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Chart: Which College Majors Are Hottest (In Employers Eyes)?

From WSJ:

Article: Financial Advice From The Stars

We know how much young people look up to, mimic and try and emulate the stars. That’s why I thought this article might grab your students’ attention. Here are a few of the 11 stars that were mentioned (I have to admit that I am having a lot of “who’s that?” moments as I skim through the article, your students probably won’t).

From Bloomberg

Timing is Everything: What’s the Impact of Graduating Into A Recession?

What happens to young people who have the misfortune of graduating into a recession? That’s the question that researcher Bart Cockx of Ghent University, Belgium, and IZA, Germany tries to answer (here’s his one-pager  summarizing the research.) This research provides further evidence of importance of education as demonstrated by the differing outcomes based on educational attainment.

I found this research of interest since I saw this phenomenon first-hand in my family. My older brother graduated from college into a recession in 1981 and struggled to find work. He took a job as a bellhop to get out of the house and ultimately talked his way into an interview and then into an engineering job (yes, initiative does matter!). So, it took him about six months after graduating to find this job. Clearly his technical degree (engineering) came in handy and then once he got that good-paying job in his field his career was back on the right track.

Now onto the key takeaways from the research:

By |April 19th, 2017|Article, Career, Current Events, Employment, Research|

What I’ve Been Reading This Week (For Week Ending 4/8)

  • Tesla now worth more than Ford but their valuation depends on hitting aggressive sales targets for Model 3 (Economist)

But Tesla is going to have to crank production up by an awful lot more to make the 500,000 cars a year which Mr Musk wants to see pouring off the production line by 2018, let alone the 1m intended for just two years later. To reach those volumes, Tesla is counting on its forthcoming Model 3. Priced at around $35,000, the new car will cost around half that of the other two models. Due to begin production later this year, the Model 3 is supposed to take Tesla into the mass market, where it will face stiff competition from plug-in vehicles produced by existing mass manufacturers, including GM, Nissan and BMW.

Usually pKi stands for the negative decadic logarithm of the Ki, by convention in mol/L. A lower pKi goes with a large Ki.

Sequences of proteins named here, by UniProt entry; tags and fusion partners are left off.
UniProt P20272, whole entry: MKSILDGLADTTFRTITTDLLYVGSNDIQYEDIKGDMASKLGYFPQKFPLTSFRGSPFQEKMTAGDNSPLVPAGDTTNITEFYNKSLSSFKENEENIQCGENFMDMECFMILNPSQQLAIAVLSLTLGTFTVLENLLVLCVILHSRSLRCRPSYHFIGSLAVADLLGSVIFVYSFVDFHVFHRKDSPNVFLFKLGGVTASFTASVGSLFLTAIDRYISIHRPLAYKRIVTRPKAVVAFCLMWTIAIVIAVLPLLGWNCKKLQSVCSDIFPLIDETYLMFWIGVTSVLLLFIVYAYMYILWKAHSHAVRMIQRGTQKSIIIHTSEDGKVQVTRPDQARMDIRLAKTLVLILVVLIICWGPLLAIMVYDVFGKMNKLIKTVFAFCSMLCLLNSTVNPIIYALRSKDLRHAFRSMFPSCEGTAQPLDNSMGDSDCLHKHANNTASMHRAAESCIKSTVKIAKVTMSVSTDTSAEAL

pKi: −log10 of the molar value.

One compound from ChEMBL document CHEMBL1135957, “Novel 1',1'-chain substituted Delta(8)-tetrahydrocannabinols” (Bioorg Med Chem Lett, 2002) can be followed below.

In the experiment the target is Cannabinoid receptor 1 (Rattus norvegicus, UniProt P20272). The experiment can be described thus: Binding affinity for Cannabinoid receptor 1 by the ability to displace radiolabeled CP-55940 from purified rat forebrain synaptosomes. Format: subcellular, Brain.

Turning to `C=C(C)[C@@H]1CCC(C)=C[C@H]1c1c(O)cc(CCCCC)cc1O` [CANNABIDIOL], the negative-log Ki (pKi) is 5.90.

What I Have Been Reading This Week…

Here’s a weekly round-up of articles that caught my attention this week that I thought you would find interesting:

  • Want to find out what it feels like to own a volatile stock? Find out how this investor got emotional by making a $3 trade in this MarketWatch article, “I drove myself crazy by investing $3 in the stock market.”

“Turns out, it doesn’t cost much to drive yourself batty over your investments. For the past week, ever since I broke one of my cardinal investing rules by buying an individual stock, I have experienced pronounced emotional swings over the company’s every tick and trade, feeling accomplished when the price rises and despondent when it falls.”

  • You may have heard about robo-advising to create passive investing portfolios, now the largest fund company in the world is investing in algorithms to make stock picks in actively managed funds. Find out more in this NY Times article “At BlackRock, Machines Are Rising over Managers to Pick Stock,”

Life Strategies: Apply the Concept of Compounding to Your Life

I came across two articles recently that had me nodding my head frequently because they made a lot of sense. Both articles dealt with a similar theme: how small, incremental changes add up to large improvements over time. I like to think of the NGPF blog as an example of this. In the process of curating and writing two blog posts everyday (with help from the team), I hope that I am getting a little bit smarter about personal finance and more creative about brainstorming ways for educators to utilize these resources in the classroom.

The first article from the Irrelevant Investor blog views the issue from an investor’s perspective. Here’s a sampling of recent headlines that demonstrate how the media tends to stay focused on the negative:

By |March 29th, 2017|Article, Behavioral Finance, Career, Current Events, Investing, Research|

Resource Lists for Financial Educators (courtesy of Barbara O’Neill of Rutgers Cooperative Extension)

What does a distinguished professor do during her sabbatical? Curate personal finance resources, of course! In this blog post, Barbara O’Neill shares the fruits of her hundreds of hours of labor in putting together three awesome resource lists (see bottom of post for links to her lists), including what what she considered the “best of the best” from the NGPF library. As she describes below, the purpose of her odyssey was to replenish her “well” of creative learning activities. I hope that your “well” overflows as you find resources that will work in your classroom. Thank you Barbara for this tremendous gift to the community! Your commitment and dedication to improving financial literacy in this country inspires us.

Interactive: What Do Americans Earn Per Hour?

Simple interactive from CNN shows the percentage of jobs at a given wage range and as you rollover a given wage band you see a list of representative jobs with their hourly wage and annual salary (note that data is from May 2013 from Bureau of Labor Statistics):

Screen Shot 2017-03-21 at 10.25.25 PM

Questions for students:

By |March 23rd, 2017|Career, Current Events, Interactive, Question of the Day, Research|